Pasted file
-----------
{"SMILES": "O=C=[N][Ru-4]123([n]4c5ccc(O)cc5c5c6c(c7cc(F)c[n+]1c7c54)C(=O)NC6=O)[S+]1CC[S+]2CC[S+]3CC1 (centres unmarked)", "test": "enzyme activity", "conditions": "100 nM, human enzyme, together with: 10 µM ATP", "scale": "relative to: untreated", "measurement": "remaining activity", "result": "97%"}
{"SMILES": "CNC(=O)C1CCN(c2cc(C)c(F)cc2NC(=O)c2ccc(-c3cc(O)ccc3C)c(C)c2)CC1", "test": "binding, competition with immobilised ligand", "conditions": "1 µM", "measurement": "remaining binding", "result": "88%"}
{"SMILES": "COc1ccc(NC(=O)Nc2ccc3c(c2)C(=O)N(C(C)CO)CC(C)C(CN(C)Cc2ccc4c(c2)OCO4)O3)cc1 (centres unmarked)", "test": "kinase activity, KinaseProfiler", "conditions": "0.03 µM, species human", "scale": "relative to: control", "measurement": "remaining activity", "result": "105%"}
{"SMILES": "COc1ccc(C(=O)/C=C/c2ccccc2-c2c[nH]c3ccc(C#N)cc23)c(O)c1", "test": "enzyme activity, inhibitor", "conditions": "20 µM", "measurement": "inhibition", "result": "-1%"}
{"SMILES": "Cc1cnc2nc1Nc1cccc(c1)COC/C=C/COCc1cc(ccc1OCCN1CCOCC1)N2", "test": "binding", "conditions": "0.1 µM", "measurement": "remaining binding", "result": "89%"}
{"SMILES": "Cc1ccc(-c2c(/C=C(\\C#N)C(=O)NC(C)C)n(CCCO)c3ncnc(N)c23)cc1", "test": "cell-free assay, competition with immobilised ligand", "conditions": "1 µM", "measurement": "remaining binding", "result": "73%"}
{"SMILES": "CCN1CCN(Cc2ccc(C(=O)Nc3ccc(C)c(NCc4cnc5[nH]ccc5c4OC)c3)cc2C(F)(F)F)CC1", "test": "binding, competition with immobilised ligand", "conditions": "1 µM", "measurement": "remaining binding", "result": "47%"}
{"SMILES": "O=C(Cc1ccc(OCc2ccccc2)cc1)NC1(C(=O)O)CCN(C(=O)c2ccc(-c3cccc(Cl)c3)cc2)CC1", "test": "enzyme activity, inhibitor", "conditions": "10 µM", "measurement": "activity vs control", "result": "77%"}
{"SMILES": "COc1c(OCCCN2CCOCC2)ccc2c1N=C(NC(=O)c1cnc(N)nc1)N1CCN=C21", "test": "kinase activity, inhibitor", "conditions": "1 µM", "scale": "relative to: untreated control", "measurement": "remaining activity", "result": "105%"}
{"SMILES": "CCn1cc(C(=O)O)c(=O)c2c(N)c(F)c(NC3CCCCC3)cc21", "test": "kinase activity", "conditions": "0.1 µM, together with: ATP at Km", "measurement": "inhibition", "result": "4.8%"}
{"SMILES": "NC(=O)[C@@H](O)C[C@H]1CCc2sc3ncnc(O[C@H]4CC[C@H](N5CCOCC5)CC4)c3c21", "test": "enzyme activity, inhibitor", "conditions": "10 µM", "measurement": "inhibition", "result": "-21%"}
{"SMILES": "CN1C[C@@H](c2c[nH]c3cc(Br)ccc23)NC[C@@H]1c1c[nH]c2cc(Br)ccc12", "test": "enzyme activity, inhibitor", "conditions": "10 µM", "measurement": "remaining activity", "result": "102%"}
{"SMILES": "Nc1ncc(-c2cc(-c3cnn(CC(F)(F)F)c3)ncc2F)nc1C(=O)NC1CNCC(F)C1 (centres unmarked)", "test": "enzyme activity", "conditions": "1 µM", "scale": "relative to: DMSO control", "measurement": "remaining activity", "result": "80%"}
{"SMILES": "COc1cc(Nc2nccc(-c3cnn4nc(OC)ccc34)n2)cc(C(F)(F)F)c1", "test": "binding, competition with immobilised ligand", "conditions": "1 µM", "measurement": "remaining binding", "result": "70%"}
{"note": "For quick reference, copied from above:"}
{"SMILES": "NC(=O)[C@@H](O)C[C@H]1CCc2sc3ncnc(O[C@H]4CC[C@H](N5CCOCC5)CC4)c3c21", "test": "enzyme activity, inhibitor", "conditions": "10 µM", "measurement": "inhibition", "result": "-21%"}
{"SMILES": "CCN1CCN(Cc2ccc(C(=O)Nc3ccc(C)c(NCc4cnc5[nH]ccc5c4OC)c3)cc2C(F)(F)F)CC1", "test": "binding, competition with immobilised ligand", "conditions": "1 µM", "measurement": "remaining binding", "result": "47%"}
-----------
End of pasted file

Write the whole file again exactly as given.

{"SMILES": "O=C=[N][Ru-4]123([n]4c5ccc(O)cc5c5c6c(c7cc(F)c[n+]1c7c54)C(=O)NC6=O)[S+]1CC[S+]2CC[S+]3CC1 (centres unmarked)", "test": "enzyme activity", "conditions": "100 nM, human enzyme, together with: 10 µM ATP", "scale": "relative to: untreated", "measurement": "remaining activity", "result": "97%"}
{"SMILES": "CNC(=O)C1CCN(c2cc(C)c(F)cc2NC(=O)c2ccc(-c3cc(O)ccc3C)c(C)c2)CC1", "test": "binding, competition with immobilised ligand", "conditions": "1 µM", "measurement": "remaining binding", "result": "88%"}
{"SMILES": "COc1ccc(NC(=O)Nc2ccc3c(c2)C(=O)N(C(C)CO)CC(C)C(CN(C)Cc2ccc4c(c2)OCO4)O3)cc1 (centres unmarked)", "test": "kinase activity, KinaseProfiler", "conditions": "0.03 µM, species human", "scale": "relative to: control", "measurement": "remaining activity", "result": "105%"}
{"SMILES": "COc1ccc(C(=O)/C=C/c2ccccc2-c2c[nH]c3ccc(C#N)cc23)c(O)c1", "test": "enzyme activity, inhibitor", "conditions": "20 µM", "measurement": "inhibition", "result": "-1%"}
{"SMILES": "Cc1cnc2nc1Nc1cccc(c1)COC/C=C/COCc1cc(ccc1OCCN1CCOCC1)N2", "test": "binding", "conditions": "0.1 µM", "measurement": "remaining binding", "result": "89%"}
{"SMILES": "Cc1ccc(-c2c(/C=C(\\C#N)C(=O)NC(C)C)n(CCCO)c3ncnc(N)c23)cc1", "test": "cell-free assay, competition with immobilised ligand", "conditions": "1 µM", "measurement": "remaining binding", "result": "73%"}
{"SMILES": "CCN1CCN(Cc2ccc(C(=O)Nc3ccc(C)c(NCc4cnc5[nH]ccc5c4OC)c3)cc2C(F)(F)F)CC1", "test": "binding, competition with immobilised ligand", "conditions": "1 µM", "measurement": "remaining binding", "result": "47%"}
{"SMILES": "O=C(Cc1ccc(OCc2ccccc2)cc1)NC1(C(=O)O)CCN(C(=O)c2ccc(-c3cccc(Cl)c3)cc2)CC1", "test": "enzyme activity, inhibitor", "conditions": "10 µM", "measurement": "activity vs control", "result": "77%"}
{"SMILES": "COc1c(OCCCN2CCOCC2)ccc2c1N=C(NC(=O)c1cnc(N)nc1)N1CCN=C21", "test": "kinase activity, inhibitor", "conditions": "1 µM", "scale": "relative to: untreated control", "measurement": "remaining activity", "result": "105%"}
{"SMILES": "CCn1cc(C(=O)O)c(=O)c2c(N)c(F)c(NC3CCCCC3)cc21", "test": "kinase activity", "conditions": "0.1 µM, together with: ATP at Km", "measurement": "inhibition", "result": "4.8%"}
{"SMILES": "NC(=O)[C@@H](O)C[C@H]1CCc2sc3ncnc(O[C@H]4CC[C@H](N5CCOCC5)CC4)c3c21", "test": "enzyme activity, inhibitor", "conditions": "10 µM", "measurement": "inhibition", "result": "-21%"}
{"SMILES": "CN1C[C@@H](c2c[nH]c3cc(Br)ccc23)NC[C@@H]1c1c[nH]c2cc(Br)ccc12", "test": "enzyme activity, inhibitor", "conditions": "10 µM", "measurement": "remaining activity", "result": "102%"}
{"SMILES": "Nc1ncc(-c2cc(-c3cnn(CC(F)(F)F)c3)ncc2F)nc1C(=O)NC1CNCC(F)C1 (centres unmarked)", "test": "enzyme activity", "conditions": "1 µM", "scale": "relative to: DMSO control", "measurement": "remaining activity", "result": "80%"}
{"SMILES": "COc1cc(Nc2nccc(-c3cnn4nc(OC)ccc34)n2)cc(C(F)(F)F)c1", "test": "binding, competition with immobilised ligand", "conditions": "1 µM", "measurement": "remaining binding", "result": "70%"}
{"note": "For quick reference, copied from above:"}
{"SMILES": "NC(=O)[C@@H](O)C[C@H]1CCc2sc3ncnc(O[C@H]4CC[C@H](N5CCOCC5)CC4)c3c21", "test": "enzyme activity, inhibitor", "conditions": "10 µM", "measurement": "inhibition", "result": "-21%"}
{"SMILES": "CCN1CCN(Cc2ccc(C(=O)Nc3ccc(C)c(NCc4cnc5[nH]ccc5c4OC)c3)cc2C(F)(F)F)CC1", "test": "binding, competition with immobilised ligand", "conditions": "1 µM", "measurement": "remaining binding", "result": "47%"}